After a down year caused by the recession's impact on the media industry, coverage of the Kentucky Derby is back to where it was, according to Churchill Downs. And it's good timing for a track that's aiming to expand the notoriety of the Kentucky Oaks festivities on Derby Eve.
Typically, Churchill Downs issues 1,900 to 2,000 media credentials for the Derby, said Darren Rogers, senior director of communications. Last year, though, that number dropped to about 1,800 as organizations cut back.
"Obviously the economy was a factor in all aspects of life ... and travel budgets were no exception," he said.
Rogers said most of the traditional media organizations still covered the Derby, but they sent fewer staffers.
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"But this year, the credentials are tracking much strong er ... and obviously we're pleased by that," he said.
One broadcast media outlet expanding coverage is Lexington's NBC affiliate, WLEX (Channel 18). The television station is sending a few more staffers and also introducing new segments to its all-day coverage, which will begin about 8:30 a.m., a half-hour earlier than usual.
Bruce Carter, WLEX's news director, said the local coverage will continue until NBC Sports begins broadcasting at 4 p.m. After NBC's coverage ends at 7 p.m., WLEX will host a one-hour post-Derby special.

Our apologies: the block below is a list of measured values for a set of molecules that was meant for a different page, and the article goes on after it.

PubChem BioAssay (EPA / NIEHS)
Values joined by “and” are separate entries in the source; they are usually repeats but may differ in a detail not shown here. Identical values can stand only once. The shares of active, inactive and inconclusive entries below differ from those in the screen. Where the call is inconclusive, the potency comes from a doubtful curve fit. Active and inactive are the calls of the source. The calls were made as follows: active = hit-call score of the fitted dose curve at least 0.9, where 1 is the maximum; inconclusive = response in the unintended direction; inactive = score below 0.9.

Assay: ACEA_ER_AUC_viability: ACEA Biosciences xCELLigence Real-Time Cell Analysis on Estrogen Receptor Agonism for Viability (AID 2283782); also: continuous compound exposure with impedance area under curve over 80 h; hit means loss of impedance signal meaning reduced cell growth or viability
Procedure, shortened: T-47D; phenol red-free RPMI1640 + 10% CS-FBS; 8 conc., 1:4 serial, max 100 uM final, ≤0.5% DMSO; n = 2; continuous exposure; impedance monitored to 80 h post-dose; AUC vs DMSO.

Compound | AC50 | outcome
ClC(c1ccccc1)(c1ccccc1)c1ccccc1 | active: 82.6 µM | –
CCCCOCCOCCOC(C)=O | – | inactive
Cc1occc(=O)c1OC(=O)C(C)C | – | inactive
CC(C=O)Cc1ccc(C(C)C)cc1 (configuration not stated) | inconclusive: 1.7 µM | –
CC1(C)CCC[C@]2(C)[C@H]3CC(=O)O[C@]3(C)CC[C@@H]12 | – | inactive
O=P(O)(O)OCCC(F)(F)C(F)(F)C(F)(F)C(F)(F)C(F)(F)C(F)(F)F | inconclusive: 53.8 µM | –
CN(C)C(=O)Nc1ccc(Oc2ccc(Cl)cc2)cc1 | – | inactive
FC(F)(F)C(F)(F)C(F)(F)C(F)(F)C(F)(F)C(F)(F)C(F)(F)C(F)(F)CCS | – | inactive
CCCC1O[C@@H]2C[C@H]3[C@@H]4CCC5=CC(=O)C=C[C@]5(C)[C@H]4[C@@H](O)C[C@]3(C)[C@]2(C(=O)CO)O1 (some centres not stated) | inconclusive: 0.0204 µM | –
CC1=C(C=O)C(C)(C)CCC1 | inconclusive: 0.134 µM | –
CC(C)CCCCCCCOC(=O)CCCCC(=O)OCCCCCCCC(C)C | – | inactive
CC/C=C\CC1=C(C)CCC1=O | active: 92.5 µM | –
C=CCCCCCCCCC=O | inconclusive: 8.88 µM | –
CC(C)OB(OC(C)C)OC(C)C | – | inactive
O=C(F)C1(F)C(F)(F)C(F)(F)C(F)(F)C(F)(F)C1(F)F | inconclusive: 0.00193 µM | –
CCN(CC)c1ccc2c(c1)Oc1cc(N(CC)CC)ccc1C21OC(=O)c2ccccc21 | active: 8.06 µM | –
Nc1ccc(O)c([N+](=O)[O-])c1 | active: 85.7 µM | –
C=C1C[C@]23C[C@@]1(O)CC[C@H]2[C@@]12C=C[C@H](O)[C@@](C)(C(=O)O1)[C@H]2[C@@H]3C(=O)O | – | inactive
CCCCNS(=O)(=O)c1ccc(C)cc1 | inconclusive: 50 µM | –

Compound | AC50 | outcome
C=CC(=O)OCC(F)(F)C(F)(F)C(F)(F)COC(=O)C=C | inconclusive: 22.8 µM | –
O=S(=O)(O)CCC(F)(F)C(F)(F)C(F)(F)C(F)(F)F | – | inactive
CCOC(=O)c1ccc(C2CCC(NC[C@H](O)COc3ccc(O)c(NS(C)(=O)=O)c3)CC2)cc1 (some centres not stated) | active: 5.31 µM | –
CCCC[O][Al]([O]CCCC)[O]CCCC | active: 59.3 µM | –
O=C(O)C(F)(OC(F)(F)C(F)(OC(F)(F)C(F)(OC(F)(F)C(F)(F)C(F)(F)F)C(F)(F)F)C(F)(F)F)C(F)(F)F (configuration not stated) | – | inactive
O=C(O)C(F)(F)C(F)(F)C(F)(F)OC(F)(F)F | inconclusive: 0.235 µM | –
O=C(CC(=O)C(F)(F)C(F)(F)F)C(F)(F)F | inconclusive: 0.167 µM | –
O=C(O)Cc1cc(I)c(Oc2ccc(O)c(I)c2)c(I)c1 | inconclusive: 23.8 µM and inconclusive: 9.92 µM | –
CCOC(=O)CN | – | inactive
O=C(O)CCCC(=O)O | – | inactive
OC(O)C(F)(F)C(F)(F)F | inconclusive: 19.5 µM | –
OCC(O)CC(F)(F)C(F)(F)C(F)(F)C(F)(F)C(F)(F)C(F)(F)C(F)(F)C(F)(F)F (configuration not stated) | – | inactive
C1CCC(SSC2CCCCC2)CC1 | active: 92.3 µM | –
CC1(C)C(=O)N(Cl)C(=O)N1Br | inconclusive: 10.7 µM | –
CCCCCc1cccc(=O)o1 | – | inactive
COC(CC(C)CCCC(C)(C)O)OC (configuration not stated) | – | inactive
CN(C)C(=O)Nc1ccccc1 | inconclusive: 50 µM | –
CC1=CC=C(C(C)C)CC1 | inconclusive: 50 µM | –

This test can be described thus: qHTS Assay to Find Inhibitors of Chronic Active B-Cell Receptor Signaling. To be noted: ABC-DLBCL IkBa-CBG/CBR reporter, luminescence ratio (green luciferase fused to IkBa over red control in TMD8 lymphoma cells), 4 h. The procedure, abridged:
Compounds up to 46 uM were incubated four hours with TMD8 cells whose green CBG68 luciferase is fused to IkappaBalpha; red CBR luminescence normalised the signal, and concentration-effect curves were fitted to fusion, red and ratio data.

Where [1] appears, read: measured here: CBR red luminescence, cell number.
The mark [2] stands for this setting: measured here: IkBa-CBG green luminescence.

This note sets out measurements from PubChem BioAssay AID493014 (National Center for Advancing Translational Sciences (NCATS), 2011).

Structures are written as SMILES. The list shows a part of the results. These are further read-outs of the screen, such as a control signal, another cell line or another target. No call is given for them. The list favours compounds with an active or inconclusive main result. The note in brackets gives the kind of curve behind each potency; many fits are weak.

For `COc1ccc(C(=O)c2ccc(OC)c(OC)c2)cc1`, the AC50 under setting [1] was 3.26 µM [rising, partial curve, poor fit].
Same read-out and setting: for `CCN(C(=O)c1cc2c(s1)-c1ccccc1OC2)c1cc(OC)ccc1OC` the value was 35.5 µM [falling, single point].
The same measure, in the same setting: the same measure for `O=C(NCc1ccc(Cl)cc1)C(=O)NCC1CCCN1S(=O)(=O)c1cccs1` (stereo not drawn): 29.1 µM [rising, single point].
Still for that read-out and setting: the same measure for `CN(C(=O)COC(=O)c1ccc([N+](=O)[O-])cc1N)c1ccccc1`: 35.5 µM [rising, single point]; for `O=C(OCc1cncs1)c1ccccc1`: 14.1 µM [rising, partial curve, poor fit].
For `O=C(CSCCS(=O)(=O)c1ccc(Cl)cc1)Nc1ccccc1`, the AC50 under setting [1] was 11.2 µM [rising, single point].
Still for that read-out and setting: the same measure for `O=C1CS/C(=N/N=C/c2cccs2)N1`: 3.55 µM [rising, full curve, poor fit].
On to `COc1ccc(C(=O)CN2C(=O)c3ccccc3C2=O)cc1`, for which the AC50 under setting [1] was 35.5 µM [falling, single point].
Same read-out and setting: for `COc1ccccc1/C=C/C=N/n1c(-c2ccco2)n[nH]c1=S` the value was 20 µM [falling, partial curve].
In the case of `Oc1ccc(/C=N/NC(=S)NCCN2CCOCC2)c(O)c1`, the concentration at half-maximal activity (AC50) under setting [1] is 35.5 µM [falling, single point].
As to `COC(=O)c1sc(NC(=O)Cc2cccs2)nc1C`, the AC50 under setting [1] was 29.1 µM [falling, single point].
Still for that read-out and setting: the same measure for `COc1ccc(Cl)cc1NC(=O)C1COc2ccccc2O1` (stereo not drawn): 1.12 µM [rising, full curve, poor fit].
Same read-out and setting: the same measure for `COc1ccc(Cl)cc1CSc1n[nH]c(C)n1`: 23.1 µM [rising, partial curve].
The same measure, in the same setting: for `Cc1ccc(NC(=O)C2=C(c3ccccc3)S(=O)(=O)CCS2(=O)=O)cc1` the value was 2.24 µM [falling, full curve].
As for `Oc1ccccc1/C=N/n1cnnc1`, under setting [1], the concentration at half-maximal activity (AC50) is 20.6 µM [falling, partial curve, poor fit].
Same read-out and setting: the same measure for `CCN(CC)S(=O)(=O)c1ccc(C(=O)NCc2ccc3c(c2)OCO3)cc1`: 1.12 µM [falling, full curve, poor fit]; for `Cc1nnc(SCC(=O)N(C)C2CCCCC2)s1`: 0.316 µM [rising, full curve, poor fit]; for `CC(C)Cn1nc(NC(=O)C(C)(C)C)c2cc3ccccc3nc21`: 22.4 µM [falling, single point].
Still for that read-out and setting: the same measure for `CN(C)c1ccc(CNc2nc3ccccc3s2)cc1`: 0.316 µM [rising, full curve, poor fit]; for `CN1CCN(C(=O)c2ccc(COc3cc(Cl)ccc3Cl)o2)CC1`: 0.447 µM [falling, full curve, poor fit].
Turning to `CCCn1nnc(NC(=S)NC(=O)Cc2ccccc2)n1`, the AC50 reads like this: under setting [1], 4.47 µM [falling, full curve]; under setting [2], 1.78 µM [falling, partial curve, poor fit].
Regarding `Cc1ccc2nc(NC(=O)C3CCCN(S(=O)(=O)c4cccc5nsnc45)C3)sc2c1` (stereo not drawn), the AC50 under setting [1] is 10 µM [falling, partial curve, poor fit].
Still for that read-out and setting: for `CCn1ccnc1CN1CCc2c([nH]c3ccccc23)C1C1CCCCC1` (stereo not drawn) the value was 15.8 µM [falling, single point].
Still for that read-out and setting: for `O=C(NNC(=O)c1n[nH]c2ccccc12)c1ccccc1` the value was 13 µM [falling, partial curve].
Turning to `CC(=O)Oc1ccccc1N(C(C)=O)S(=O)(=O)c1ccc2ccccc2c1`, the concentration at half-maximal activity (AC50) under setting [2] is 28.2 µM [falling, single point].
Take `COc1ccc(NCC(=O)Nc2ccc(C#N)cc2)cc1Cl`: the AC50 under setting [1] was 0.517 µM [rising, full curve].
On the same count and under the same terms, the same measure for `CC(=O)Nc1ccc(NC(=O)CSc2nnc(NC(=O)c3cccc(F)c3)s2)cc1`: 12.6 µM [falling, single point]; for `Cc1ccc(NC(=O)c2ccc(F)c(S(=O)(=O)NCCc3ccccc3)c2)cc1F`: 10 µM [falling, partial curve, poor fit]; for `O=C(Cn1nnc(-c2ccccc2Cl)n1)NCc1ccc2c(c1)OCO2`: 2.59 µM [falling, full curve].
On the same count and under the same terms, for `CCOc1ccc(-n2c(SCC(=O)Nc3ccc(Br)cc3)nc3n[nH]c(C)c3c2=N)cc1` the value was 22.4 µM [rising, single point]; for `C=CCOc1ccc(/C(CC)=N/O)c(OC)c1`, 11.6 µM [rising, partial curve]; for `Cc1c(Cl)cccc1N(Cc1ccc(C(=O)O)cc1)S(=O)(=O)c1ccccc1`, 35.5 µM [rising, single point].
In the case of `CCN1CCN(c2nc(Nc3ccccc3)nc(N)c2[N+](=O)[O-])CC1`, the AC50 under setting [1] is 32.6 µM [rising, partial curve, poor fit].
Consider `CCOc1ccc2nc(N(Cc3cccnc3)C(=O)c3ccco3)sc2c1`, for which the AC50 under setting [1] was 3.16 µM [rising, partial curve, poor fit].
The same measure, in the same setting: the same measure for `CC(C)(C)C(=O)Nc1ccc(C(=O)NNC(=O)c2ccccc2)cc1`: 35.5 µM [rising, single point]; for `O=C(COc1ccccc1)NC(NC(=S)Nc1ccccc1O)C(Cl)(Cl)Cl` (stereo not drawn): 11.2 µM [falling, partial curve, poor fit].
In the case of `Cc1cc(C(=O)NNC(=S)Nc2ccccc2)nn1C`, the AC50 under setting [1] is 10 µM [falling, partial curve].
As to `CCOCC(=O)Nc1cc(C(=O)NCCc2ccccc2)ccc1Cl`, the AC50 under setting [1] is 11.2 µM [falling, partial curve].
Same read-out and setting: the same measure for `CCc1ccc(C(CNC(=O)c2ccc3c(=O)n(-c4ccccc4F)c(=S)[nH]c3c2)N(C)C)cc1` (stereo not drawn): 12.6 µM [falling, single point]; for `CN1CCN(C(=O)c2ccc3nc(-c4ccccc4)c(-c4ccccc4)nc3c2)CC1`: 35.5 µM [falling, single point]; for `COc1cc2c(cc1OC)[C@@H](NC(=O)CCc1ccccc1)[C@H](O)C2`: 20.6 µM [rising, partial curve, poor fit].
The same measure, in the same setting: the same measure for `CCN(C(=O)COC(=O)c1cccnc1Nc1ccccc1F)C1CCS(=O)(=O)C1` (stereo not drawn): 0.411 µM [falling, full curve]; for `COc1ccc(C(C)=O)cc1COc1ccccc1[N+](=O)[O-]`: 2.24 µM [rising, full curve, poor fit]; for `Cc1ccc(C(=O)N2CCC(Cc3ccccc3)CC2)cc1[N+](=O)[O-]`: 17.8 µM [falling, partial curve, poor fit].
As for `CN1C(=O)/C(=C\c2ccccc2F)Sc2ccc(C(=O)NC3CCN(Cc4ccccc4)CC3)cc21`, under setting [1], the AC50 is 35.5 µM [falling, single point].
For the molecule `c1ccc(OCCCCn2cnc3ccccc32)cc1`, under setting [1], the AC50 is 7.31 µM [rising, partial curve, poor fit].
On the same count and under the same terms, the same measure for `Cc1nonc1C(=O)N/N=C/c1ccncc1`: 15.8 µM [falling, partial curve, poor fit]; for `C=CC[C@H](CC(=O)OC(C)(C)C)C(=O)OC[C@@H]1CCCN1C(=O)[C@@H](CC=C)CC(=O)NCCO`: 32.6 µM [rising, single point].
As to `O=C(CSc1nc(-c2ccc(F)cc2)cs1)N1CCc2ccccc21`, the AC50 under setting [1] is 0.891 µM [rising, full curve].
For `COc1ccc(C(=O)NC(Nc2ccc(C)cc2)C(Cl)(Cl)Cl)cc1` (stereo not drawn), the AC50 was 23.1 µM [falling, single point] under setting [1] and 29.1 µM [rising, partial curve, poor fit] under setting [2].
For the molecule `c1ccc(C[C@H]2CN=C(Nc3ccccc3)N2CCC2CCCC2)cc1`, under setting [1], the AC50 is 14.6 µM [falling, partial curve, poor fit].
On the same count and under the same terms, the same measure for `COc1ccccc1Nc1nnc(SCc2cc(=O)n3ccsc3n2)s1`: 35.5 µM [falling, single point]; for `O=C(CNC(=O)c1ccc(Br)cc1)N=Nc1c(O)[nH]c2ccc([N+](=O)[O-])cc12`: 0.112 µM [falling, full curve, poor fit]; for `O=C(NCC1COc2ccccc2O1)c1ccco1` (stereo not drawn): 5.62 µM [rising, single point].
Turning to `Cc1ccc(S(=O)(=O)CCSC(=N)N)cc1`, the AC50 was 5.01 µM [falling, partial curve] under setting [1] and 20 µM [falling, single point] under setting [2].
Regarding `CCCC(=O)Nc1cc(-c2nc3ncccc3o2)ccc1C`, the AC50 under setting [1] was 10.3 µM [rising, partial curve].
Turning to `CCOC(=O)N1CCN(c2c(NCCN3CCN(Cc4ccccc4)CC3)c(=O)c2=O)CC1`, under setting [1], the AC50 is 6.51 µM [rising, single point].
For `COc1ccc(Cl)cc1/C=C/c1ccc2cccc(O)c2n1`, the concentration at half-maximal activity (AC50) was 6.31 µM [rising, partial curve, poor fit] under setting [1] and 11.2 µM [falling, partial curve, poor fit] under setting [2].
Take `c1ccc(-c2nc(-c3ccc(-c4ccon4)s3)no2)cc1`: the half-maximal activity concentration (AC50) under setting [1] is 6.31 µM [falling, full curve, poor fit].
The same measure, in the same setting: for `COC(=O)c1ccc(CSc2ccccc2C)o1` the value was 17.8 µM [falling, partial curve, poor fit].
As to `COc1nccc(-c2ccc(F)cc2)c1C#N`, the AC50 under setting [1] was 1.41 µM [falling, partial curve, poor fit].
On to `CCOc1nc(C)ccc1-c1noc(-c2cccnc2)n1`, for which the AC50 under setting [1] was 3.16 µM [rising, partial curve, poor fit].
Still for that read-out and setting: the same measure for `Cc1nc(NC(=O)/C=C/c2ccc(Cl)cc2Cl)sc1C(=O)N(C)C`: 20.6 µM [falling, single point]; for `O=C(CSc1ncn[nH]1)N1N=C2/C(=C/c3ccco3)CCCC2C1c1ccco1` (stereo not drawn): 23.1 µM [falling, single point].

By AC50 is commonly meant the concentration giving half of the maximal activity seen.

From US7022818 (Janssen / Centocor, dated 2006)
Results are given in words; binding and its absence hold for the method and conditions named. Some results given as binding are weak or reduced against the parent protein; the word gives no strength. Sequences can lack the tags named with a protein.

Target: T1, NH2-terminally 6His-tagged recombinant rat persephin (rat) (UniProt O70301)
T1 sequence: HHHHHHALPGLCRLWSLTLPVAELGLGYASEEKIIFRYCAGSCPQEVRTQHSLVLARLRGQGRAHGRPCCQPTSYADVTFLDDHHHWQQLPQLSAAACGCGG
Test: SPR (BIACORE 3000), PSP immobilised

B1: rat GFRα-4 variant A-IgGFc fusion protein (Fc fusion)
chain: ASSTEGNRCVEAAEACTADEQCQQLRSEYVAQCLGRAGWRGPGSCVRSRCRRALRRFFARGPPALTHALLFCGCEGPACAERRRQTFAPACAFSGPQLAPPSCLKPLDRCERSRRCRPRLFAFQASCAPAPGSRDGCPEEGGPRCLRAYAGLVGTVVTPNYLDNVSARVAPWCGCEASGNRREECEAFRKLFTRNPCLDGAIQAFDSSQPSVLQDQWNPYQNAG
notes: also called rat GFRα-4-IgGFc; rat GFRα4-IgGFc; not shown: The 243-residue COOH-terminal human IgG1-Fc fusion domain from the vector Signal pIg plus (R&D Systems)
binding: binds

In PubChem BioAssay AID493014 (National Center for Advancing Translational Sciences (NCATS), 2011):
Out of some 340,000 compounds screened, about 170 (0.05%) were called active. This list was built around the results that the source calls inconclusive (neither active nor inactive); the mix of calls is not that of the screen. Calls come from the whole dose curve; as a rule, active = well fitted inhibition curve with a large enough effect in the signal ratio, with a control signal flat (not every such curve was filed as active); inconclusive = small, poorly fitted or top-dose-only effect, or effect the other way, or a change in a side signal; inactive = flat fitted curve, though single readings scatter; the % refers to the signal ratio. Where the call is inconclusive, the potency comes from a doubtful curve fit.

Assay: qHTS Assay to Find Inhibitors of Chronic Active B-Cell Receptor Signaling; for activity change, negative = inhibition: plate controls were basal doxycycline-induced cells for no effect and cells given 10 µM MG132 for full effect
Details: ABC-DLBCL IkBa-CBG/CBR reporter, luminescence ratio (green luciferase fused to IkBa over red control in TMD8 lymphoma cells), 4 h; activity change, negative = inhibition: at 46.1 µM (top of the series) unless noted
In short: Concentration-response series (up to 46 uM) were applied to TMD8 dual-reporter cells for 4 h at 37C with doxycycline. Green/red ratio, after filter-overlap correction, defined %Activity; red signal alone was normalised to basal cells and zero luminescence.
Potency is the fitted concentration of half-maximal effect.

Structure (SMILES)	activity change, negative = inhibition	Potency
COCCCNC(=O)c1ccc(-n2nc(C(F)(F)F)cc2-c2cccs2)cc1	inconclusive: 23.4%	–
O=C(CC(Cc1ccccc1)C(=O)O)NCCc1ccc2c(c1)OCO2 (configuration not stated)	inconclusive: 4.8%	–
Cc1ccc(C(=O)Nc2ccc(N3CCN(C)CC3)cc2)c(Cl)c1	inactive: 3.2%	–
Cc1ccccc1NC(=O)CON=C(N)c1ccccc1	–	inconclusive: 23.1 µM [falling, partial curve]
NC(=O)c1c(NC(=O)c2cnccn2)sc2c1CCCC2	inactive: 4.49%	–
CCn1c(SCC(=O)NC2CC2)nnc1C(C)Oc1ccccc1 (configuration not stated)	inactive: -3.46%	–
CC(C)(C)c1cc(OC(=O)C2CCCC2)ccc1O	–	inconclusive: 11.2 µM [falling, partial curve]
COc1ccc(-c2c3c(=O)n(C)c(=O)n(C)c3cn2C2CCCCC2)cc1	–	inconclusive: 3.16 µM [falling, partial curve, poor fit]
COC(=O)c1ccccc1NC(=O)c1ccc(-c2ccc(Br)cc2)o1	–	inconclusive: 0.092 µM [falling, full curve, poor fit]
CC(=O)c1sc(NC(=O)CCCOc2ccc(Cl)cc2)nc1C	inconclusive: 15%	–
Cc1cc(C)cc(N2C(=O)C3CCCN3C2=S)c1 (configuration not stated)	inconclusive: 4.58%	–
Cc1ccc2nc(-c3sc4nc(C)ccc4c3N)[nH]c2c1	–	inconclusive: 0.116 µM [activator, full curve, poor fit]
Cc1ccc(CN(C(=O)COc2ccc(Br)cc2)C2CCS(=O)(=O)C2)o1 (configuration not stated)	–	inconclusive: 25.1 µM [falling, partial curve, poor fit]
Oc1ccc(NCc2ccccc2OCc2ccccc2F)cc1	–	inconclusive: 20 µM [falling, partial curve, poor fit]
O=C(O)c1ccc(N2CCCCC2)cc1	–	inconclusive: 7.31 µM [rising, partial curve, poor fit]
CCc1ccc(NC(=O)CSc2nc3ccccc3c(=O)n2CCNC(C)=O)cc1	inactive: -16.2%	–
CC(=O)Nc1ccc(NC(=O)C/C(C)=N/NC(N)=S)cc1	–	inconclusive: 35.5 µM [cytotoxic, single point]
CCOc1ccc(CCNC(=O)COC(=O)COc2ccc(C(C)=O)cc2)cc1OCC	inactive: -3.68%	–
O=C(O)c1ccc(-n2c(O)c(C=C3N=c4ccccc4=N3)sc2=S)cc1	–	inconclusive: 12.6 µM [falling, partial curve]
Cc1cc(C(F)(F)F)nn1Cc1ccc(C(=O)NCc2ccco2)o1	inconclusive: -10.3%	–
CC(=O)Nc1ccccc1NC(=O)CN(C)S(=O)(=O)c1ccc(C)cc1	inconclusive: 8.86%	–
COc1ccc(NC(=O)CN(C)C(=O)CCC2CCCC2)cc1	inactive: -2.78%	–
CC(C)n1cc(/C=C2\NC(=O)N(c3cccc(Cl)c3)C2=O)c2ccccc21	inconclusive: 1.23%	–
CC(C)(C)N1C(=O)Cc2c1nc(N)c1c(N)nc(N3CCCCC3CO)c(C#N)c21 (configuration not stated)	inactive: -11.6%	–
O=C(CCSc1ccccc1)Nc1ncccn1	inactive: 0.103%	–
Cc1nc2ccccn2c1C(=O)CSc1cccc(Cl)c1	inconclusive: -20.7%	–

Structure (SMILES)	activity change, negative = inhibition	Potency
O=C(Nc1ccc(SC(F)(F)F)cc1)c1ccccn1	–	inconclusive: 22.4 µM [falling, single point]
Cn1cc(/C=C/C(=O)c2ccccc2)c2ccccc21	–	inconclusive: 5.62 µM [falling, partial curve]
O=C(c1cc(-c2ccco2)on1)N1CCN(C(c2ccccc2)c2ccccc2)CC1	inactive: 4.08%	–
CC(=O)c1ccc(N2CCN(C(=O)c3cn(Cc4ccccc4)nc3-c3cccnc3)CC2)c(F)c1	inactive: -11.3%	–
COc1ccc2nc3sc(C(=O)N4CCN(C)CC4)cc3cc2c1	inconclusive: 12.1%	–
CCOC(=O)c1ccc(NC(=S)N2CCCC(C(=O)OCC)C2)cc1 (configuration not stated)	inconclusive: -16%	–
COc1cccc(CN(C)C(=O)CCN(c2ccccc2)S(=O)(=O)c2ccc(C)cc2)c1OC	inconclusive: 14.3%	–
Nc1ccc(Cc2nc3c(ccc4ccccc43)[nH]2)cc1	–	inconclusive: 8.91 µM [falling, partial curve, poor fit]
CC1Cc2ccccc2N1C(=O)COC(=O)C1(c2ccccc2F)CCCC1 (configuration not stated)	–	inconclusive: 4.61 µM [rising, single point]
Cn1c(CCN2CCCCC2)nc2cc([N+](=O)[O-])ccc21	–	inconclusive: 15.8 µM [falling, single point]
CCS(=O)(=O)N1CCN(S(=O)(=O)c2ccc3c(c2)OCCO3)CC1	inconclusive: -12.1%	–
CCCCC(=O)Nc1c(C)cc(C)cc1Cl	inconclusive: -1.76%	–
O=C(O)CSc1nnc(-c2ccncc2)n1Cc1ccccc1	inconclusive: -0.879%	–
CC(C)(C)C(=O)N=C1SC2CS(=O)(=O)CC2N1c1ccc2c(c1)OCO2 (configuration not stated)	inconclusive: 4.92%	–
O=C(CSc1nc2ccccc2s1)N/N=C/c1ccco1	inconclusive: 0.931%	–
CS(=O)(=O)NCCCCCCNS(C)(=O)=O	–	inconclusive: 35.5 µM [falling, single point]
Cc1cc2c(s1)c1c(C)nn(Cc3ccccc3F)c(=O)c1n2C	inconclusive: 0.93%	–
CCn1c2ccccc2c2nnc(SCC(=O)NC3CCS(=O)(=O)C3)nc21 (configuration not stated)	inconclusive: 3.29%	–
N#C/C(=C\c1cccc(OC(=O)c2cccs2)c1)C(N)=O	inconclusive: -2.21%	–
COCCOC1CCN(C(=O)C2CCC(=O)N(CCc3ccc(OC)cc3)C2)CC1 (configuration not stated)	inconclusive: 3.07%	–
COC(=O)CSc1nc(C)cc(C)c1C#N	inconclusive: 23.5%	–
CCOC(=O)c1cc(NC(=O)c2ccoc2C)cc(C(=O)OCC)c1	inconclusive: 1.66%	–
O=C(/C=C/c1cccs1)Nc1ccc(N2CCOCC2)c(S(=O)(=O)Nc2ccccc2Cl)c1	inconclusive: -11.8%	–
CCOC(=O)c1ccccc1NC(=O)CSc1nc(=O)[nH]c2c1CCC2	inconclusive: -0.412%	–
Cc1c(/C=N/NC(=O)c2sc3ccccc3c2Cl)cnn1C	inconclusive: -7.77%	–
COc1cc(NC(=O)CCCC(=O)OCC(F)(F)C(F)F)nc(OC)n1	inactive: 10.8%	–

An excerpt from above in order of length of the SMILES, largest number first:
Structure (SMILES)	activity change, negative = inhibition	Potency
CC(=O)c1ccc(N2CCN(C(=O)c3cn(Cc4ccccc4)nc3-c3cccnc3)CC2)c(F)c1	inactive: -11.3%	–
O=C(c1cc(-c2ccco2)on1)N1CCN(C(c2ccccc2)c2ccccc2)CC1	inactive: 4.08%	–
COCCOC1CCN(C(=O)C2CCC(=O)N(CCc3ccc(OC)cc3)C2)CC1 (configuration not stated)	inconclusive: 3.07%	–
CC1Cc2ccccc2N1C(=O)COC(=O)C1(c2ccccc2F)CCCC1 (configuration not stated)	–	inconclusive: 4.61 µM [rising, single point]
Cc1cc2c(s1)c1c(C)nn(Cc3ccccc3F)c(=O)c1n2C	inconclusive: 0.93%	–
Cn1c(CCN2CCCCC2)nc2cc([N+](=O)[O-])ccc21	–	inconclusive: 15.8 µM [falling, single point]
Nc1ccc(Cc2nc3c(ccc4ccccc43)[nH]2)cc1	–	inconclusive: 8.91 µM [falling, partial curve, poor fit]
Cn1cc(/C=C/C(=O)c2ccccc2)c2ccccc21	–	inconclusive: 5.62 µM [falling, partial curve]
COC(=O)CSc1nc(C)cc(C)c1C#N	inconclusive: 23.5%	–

"It's a time when our staff gets to cut loose and have fun and do something out of the ordinary of traditional news coverage," he said of Derby Day.
This year, morning co-anchor Chris Goodman will be out and about searching for entertaining attendees in a new segment called "Derby's Got Talent." The station also is adding a camera on the backside of the track, Carter said.
The Derby means major ratings for WLEX. In 2009, ratings for the Derby in the 40-county area measured by Nielsen were up slightly, from 26 ratings points in 2008 to 28, or 28 percent of total television households. Of those watching TV at the time, 60 percent were tuned in to see Mine That Bird's improbable victory.
That's not the case everywhere else, though, Carter said, recalling how the Derby was viewed when he worked in Roanoke, Va.
"The newspaper didn't even do a story on the Derby," he said.
Carter, who had moved to Roanoke from Louisville, said that to drum up interest, he held a party, borrowed a satellite truck and downloaded a Louisville station's coverage so his colleagues could see what they were missing.
"The ratings there were nothing," Carter recalled. "I think it did 5 or 6 ratings points. Outside of Kentucky and a couple of other horse-racing communities, it does OK, but certainly here, it still has Super Bowl status."
Churchill Downs is looking to improve that status here and nationally by expanding the appeal of the Oaks.
"On Kentucky Oaks Day, we have an on-track crowd that is traditionally around 100,000 people," Rogers said. "How many other sporting events draw 100,000 people, and no one's ever heard of it?"
Last year, the track partnered with Susan G. Komen for the Cure and raised money for breast cancer research. The move drove media coverage and helped the track strike a deal to air the Oaks on the NBC-owned Bravo cable network, Rogers said. That partnership will continue this year with Bravo airing the race from 5 to 6 p.m.
"The Derby is the Derby," Rogers said. "But we want to incorporate all that on to Kentucky Oaks Day as well and have a giant two-day event."